Before we talk about the BlackBerry I’d like to momentarily digress you, the reader, to a time back in the year 2000 when a company known as 3COM unveiled their new trade name under Palm Inc. It was, henceforth the company that brought memorable palm pilot devices such as the m515, the Zire, Tungsten, Lifedrive and of course, the Treo series which arguably became the basis of the modern day smartphone. Five years later, the company renamed itself into palmOne, and then after a number of months reverted back to the original name, Palm. In 2009, we all said goodbye to the iconic ecosystem, which was in turn replaced by webOS (which was then bought and then sold once more by HP).
In a similar fashion, a OEM known as HTC responsible for the O2 XDA renamed itself to Dopod and then back to HTC branding its own line of commercial smartphones, moving forward from making phones for other brands. In corollary fashion, Glofish, a European nav tech brand was acquired by ACER and Compaq was absorbed by HP. Most, if not all of these changes in semantics were made to best describe an ever-changing IT industry (in the case of Palm being split into palmOne and PalmSource) and to strengthen the brand identity at a time when today’s new players were still emerging at a time when Apple stunned the world with the iPhone.
The same can be said about BlackBerry, a company renamed. Gone is Research in Motion (in my opinion one of the sexiest names for an IT company) and in its nomenclature revision, replaced by the name of its actual flagship product – BlackBerry. This is supposed to symbolize focus. But does a change in name serve as a formality or is there true change inherent that brings this smartphone company back to life?
For this review, I had asked the help of both the local reps of BlackBerry as well as the telco side for a loaner unit. Luckily, SMART was able to provide a unit (SIM included!) for this review. As soon as I had posted photos of the new BlackBerry Z10 on Facebook and Instagram, a number of enquiries were already in queue asking for feedback about the operating system, the general feel of the phone, and the keypad. When I posted an update saying it was Android-compatible (with Instagram installed), this brought a chorus of virtual applause. And yes, it’s confirmed. BlackBerry is no longer a zombie. It’s more like a company that experienced a long holy week hiatus and has finally risen from the dead.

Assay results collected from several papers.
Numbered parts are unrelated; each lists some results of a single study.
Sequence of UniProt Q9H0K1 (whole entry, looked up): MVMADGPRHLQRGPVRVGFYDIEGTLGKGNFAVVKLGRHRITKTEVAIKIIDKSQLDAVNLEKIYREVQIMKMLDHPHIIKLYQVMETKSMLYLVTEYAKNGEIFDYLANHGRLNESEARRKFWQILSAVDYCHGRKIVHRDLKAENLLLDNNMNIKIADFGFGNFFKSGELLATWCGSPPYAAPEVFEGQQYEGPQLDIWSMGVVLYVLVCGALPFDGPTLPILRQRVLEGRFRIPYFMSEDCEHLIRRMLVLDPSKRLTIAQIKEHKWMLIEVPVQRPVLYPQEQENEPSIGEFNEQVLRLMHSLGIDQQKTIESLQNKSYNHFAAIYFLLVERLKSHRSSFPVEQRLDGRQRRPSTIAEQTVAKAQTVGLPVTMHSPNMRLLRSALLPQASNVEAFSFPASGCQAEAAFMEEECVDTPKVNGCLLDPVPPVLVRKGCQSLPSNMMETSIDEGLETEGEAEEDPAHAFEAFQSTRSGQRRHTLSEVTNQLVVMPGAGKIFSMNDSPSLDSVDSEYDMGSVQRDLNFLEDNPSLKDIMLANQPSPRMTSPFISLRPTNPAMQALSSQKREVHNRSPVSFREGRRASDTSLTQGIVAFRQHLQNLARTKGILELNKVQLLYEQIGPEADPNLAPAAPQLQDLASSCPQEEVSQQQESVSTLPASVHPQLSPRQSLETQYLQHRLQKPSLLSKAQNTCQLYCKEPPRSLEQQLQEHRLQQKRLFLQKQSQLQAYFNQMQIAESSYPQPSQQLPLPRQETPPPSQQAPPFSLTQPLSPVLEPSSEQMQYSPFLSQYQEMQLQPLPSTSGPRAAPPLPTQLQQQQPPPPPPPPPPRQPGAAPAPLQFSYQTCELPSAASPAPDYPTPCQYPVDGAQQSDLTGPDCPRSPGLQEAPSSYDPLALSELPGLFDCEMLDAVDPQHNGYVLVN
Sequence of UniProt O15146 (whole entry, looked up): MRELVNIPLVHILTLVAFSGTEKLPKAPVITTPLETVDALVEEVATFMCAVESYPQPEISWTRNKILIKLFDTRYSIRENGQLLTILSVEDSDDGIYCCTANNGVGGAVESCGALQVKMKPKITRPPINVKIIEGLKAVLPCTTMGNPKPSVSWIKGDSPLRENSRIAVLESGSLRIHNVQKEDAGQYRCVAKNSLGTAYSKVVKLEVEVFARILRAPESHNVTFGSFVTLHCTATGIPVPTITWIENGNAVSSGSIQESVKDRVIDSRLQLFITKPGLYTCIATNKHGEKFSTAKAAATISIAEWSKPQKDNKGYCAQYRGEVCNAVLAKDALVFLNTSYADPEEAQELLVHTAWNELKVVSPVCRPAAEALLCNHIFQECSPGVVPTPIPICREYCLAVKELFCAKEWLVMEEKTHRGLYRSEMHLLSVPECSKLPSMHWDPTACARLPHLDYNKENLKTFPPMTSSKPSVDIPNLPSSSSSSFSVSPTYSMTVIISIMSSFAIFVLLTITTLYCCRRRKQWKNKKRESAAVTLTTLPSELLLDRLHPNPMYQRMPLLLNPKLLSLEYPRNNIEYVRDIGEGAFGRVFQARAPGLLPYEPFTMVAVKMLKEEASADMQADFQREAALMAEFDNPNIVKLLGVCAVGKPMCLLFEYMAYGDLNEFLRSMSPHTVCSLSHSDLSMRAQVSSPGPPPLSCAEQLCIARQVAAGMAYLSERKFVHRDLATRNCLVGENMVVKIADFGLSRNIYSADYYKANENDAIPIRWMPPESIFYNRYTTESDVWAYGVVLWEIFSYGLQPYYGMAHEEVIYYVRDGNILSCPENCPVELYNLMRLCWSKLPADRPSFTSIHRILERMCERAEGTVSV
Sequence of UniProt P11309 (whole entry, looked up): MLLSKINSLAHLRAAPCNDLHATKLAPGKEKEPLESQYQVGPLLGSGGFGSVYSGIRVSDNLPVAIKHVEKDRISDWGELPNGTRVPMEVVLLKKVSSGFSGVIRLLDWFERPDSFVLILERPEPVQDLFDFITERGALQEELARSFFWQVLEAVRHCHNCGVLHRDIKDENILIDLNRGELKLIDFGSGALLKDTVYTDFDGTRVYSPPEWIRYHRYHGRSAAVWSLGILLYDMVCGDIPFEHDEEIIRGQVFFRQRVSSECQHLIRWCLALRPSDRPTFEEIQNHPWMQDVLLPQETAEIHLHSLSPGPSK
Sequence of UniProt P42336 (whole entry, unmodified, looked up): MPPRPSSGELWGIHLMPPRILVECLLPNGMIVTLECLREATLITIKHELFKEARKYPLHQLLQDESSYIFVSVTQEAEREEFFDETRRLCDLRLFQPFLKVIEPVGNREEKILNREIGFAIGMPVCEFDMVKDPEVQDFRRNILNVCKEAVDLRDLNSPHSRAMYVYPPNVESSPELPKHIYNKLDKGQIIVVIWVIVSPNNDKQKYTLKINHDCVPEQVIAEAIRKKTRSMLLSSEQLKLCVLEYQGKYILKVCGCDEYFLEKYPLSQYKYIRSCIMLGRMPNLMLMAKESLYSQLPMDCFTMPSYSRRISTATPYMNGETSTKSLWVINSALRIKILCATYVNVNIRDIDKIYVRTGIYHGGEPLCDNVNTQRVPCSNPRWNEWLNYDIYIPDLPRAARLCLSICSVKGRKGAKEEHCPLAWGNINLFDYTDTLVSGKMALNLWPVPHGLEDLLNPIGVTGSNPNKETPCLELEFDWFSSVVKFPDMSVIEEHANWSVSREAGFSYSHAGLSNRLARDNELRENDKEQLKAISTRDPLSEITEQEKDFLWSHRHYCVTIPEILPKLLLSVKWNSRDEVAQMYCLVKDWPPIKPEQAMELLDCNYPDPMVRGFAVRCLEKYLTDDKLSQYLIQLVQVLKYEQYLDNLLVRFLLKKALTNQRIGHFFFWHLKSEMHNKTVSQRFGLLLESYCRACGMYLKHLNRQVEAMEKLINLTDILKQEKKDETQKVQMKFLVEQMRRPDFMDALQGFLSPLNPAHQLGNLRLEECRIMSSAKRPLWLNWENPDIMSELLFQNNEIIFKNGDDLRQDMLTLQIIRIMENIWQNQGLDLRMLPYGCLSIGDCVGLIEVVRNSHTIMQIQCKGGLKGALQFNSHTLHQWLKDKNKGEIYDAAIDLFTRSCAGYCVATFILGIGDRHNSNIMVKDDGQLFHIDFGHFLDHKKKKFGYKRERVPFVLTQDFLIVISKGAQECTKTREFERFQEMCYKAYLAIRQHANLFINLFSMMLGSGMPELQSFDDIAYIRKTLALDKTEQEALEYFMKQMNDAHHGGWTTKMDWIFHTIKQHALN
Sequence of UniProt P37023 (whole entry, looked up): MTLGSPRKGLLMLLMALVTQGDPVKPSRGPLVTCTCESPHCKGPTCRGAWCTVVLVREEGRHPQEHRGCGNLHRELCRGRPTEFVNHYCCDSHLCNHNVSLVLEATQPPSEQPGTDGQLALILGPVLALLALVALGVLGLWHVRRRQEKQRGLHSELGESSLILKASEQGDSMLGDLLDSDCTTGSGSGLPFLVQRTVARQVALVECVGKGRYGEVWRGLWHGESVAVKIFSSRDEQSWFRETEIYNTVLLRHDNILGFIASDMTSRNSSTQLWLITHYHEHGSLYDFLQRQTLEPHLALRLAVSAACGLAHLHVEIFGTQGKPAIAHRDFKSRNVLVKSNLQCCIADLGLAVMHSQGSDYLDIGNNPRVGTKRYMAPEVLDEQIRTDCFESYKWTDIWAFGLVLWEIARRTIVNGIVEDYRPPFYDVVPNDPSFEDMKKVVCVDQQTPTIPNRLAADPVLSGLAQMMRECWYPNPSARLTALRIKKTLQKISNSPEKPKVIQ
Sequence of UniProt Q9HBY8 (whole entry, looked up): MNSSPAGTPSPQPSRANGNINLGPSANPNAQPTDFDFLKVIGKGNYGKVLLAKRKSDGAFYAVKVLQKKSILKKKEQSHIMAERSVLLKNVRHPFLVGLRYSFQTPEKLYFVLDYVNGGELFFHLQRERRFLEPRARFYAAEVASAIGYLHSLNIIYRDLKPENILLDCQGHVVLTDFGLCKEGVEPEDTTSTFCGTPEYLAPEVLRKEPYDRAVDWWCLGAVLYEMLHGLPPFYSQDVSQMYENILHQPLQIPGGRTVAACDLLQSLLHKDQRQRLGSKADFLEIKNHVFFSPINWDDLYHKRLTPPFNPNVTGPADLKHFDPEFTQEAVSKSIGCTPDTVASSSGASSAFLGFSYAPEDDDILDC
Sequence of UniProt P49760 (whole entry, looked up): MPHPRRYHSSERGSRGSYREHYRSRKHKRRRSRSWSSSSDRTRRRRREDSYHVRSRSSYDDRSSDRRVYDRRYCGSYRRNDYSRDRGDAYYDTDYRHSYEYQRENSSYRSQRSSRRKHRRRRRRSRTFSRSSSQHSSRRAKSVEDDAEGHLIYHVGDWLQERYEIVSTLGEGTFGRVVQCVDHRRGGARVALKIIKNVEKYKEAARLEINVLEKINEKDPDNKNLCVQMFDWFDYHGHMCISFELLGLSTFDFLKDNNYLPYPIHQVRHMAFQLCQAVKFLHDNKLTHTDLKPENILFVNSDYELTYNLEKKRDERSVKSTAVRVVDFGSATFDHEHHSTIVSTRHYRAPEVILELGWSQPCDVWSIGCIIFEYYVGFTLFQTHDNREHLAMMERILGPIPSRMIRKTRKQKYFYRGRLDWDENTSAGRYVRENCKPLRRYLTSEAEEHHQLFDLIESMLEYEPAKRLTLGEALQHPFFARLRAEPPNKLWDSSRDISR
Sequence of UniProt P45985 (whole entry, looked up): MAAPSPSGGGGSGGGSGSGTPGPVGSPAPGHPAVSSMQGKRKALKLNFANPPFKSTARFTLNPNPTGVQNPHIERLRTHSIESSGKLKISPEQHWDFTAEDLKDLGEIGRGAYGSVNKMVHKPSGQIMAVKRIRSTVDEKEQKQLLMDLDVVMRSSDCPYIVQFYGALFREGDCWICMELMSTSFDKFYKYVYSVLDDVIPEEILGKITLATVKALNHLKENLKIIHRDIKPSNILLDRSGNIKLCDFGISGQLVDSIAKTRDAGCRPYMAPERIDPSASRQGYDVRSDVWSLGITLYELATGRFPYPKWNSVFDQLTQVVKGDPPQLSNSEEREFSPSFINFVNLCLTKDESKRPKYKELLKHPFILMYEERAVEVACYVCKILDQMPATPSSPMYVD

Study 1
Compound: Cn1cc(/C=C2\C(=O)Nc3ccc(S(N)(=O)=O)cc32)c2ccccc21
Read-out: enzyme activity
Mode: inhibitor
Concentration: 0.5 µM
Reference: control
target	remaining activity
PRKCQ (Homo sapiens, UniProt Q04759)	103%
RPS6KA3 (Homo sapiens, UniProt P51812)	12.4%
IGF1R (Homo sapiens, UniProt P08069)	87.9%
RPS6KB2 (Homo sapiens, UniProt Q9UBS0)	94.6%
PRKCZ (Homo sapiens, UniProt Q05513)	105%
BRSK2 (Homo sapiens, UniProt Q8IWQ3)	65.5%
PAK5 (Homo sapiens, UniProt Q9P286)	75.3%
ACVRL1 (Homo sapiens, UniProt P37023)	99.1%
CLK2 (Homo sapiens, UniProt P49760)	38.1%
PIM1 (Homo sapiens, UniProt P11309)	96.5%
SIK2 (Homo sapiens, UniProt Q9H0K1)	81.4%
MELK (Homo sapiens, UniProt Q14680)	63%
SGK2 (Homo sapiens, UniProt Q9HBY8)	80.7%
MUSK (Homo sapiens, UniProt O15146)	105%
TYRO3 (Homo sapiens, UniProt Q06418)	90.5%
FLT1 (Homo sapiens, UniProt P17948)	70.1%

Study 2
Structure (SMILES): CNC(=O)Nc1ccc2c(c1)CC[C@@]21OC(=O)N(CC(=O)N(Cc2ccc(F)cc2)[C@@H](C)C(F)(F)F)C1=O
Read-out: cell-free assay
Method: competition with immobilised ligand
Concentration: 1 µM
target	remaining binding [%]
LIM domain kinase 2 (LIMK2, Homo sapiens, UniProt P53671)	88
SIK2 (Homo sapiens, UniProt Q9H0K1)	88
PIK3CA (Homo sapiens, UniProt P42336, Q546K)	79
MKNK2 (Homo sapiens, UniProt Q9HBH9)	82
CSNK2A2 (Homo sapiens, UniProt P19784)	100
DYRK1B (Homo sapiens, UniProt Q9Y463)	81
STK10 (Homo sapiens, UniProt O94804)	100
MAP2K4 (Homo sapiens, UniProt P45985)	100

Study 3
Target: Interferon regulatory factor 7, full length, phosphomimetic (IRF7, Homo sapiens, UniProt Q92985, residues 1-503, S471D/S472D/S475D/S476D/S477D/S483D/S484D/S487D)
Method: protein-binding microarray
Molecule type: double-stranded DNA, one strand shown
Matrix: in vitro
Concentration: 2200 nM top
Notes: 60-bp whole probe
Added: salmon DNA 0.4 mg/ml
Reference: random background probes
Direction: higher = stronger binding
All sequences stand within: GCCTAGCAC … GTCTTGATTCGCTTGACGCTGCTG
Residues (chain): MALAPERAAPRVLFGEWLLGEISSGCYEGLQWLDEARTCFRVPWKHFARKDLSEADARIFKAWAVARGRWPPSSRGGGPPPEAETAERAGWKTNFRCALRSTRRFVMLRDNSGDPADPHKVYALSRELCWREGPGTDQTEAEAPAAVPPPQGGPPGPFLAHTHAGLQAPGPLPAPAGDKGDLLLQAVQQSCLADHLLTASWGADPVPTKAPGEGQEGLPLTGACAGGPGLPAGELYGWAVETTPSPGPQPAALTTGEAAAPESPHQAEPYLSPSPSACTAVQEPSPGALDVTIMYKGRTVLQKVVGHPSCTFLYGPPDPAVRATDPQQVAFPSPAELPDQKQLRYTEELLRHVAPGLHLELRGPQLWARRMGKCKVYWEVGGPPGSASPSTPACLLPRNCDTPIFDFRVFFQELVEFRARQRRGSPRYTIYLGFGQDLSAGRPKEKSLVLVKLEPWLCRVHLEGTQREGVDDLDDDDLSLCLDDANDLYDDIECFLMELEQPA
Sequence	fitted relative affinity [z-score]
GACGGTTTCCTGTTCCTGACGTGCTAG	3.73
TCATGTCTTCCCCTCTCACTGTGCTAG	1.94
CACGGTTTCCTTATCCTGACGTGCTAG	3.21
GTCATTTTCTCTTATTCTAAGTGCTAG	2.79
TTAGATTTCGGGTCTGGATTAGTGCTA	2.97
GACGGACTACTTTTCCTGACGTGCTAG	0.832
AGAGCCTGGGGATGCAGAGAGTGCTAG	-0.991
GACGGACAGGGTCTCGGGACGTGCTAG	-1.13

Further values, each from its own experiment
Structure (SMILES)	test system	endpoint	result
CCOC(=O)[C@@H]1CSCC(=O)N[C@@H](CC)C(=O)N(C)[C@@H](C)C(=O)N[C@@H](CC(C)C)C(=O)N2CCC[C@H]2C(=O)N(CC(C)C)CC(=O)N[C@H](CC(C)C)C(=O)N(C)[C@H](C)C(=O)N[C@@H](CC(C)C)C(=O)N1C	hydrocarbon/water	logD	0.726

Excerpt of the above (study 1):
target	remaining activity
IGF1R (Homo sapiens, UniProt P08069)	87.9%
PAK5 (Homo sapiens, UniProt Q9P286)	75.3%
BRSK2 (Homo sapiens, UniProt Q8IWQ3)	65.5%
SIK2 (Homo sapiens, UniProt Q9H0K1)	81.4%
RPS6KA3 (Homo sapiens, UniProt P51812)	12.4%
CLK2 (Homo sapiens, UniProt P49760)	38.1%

My verdict: the Z10 isn’t just a phone. It represents the future of BlackBerry as a company. Though it still has some flaws, I am excited for near-future iterations of OS10. Since that teaser won’t satisfy you, let’s get into the details.
After holding the phone in my left hand it immediately felt attuned to the lovely backplate texture. It sure wasn’t like the Bold 9900 but the rubber-like back is more than welcome in an age of cheap plastic back covers. Practically, it’s inspired minimalism, like most (if not all) of the touch enabled smartphones to date. The top of the device contains the power / sleep button and the 3.5mm jack. The right side contains 3 buttons for volume and mute and the left houses the mini HDMI and micro USB charging cable slots. There are no buttons or slots at the bottom of the device.
Compatibility with Android